United Nations (United States) (AFP) - Russia on Friday complained that UN investigators who this week traveled to a Syrian airfield allegedly used to launch the sarin gas attack on Khan Sheikhun did not take samples, a lapse described as "scandalous."
The team from the joint UN-OPCW probe, known as the JIM, traveled to the Shayrat airfield ahead of the release later this month of its much-awaited report that could lay blame for the attack on the Syrian government.
Russian foreign ministry official Mikhail Ulyanov told a briefing at the United Nations that four investigators visited the airfield, spoke to military personnel, checked flight plans, "but they did not take samples."
"A reliable investigation is simply impossible without sampling," said Ulyanov, adding that this was "a scandalous situation."
A spokesman for the JIM declined to comment.
Ulyanov, the foreign ministry's head of non-proliferation, said the sarin attack at Khan Sheikhun was most likely caused by a bomb set off directly on the ground and not by a Syrian air strike.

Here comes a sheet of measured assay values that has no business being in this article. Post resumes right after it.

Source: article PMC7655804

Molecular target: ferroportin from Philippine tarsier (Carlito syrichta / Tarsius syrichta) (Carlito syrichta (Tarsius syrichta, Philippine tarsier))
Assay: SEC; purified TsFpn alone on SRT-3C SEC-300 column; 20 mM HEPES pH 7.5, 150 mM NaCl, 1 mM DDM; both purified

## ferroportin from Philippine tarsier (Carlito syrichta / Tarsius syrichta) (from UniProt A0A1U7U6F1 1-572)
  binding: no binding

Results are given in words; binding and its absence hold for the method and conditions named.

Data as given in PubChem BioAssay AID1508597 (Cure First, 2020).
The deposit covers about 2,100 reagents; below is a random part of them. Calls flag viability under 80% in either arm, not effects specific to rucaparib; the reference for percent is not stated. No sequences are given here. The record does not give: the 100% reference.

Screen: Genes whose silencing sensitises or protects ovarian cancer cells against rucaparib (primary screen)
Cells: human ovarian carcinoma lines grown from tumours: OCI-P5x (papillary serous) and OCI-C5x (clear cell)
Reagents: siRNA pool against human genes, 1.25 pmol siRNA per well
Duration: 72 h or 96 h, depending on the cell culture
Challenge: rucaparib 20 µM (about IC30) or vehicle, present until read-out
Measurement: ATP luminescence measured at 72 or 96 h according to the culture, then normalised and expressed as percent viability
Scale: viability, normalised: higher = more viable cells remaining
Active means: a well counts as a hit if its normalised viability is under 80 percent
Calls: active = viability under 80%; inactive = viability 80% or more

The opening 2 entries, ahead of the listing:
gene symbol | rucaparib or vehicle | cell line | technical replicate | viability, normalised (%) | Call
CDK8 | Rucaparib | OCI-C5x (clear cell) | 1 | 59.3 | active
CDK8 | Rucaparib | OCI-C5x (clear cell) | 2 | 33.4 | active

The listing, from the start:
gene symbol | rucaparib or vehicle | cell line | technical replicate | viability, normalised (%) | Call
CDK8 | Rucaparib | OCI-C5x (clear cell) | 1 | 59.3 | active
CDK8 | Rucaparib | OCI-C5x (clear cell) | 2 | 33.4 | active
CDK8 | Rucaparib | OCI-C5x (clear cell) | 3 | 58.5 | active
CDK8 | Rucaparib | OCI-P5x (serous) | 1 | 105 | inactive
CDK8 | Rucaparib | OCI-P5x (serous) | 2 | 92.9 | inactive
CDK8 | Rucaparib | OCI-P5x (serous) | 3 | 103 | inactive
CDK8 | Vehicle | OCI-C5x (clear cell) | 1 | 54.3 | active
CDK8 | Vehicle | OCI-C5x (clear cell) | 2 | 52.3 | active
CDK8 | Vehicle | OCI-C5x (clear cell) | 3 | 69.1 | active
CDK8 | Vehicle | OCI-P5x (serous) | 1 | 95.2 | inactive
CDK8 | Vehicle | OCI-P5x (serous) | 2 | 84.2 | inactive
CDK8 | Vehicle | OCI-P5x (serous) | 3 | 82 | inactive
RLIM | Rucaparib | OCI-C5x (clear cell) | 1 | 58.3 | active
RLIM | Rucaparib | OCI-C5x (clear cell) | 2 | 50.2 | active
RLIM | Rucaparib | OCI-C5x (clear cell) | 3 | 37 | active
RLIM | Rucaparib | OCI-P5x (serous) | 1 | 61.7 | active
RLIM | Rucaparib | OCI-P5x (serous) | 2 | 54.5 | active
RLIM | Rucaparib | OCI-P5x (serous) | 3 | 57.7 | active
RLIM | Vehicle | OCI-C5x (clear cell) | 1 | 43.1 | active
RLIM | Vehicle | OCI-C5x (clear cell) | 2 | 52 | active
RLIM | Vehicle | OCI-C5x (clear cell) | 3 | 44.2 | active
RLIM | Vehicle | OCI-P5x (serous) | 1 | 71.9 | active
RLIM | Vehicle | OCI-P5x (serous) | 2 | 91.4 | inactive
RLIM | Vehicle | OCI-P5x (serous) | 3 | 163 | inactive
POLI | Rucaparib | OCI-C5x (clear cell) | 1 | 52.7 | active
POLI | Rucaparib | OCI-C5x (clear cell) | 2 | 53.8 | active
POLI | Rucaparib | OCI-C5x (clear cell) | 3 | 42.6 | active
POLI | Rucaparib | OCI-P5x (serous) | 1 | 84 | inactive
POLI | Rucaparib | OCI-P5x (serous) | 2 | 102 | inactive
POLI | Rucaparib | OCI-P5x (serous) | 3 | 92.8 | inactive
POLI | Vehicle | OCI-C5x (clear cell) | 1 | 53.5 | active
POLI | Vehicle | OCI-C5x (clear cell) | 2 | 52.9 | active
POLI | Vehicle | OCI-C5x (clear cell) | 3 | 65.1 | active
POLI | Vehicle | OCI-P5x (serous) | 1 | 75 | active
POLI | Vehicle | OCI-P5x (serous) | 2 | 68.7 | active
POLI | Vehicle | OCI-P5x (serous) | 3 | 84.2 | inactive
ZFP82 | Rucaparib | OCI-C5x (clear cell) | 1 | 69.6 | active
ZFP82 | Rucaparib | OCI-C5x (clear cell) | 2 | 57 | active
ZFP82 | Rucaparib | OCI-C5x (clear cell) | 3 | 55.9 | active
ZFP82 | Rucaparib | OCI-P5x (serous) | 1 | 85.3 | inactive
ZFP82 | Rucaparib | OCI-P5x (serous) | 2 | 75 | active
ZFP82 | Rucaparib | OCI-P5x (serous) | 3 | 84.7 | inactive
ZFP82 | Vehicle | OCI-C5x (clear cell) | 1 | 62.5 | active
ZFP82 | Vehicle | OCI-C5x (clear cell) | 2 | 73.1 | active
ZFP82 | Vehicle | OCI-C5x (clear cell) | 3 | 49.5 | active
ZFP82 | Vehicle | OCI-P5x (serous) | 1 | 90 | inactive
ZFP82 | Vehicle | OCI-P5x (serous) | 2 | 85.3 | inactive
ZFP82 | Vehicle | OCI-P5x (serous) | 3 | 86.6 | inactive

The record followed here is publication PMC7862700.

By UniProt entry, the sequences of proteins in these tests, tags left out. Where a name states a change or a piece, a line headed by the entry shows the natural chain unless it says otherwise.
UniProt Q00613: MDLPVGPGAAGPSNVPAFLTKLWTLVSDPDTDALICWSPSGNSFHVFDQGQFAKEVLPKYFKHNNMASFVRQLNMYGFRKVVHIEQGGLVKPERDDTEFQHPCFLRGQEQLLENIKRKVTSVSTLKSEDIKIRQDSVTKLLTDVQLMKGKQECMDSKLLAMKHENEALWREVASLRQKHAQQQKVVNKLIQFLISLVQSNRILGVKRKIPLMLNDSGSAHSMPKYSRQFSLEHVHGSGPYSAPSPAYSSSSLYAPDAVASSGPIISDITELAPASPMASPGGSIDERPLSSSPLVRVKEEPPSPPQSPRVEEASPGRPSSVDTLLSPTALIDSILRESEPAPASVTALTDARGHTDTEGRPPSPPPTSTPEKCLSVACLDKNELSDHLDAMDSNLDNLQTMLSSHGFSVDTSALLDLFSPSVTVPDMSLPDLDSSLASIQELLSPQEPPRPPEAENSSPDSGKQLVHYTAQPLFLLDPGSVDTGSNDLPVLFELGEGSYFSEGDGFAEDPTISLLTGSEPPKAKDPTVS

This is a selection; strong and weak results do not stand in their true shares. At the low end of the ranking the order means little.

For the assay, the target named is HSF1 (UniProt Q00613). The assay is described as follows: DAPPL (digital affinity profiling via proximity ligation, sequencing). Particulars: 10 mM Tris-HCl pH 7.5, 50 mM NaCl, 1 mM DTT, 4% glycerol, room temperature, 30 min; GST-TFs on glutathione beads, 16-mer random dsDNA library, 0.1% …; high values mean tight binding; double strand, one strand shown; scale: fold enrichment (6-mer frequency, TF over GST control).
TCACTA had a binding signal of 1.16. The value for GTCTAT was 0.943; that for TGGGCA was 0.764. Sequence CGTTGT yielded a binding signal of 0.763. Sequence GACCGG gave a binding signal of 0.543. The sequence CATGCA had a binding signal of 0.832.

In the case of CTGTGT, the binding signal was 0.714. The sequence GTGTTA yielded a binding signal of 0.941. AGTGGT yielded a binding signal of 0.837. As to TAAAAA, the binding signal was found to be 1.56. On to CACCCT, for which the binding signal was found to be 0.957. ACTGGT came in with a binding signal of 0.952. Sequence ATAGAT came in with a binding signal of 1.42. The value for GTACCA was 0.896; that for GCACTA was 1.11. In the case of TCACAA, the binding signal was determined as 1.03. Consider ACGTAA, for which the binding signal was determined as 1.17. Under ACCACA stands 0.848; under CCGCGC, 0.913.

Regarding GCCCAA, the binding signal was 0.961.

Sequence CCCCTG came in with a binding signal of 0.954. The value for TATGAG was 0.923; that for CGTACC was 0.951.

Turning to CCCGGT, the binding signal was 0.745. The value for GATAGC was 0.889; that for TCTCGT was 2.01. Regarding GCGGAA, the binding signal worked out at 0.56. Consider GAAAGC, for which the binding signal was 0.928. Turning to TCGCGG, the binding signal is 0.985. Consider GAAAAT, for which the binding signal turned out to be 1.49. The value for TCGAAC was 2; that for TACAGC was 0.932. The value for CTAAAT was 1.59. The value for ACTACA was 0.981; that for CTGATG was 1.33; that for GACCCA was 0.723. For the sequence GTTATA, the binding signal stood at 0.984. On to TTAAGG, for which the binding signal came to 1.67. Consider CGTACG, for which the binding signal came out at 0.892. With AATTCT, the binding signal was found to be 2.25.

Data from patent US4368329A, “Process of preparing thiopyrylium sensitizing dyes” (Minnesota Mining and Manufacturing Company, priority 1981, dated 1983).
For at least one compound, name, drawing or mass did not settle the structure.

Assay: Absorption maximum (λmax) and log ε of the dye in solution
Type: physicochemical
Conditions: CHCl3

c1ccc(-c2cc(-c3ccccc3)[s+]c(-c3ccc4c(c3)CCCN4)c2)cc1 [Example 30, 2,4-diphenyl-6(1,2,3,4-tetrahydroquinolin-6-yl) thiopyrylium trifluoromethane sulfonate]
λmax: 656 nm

The United States, France and Britain have accused President Bashar al-Assad's forces of carrying out the April 4 air assault on the opposition-held village.
At least 87 people, including more than 30 children, died in the attack that drew global outrage over the use of banned sarin as a weapon.
A few days later, the United States launched a missile attack on Shayrat after concluding that Syrian aircraft, loaded with sarin gas, had departed from that airfield to attack Khan Sheikhun.
During the UN briefing, Ulyanov showed photographs of children with dilated pupils from sarin exposure that he said had been "poisoned" with narcotics "to heighten the emotions around this chemical incident."
After showing video footage of rescuers who quickly arrived at the town, the official said he had the "clear impression" that the team was there "well before it happened," suggesting it was staged.
Syria's government has denied any involvement in the Khan Sheikhun attack and maintains it no longer possesses chemical weapons after a 2013 agreement under which it pledged to surrender them.
Russia, Syria's ally, helped set up the JIM investigation to identify who is behind chemical weapons use in Syria.
Moscow however is weighing whether to allow the JIM to continue its investigations when its mandate comes up for renewal next month.
Ulyanov said Russia will study the JIM's report on Khan Sheikhun, to be released on October 26, to "judge if it deserves the extension."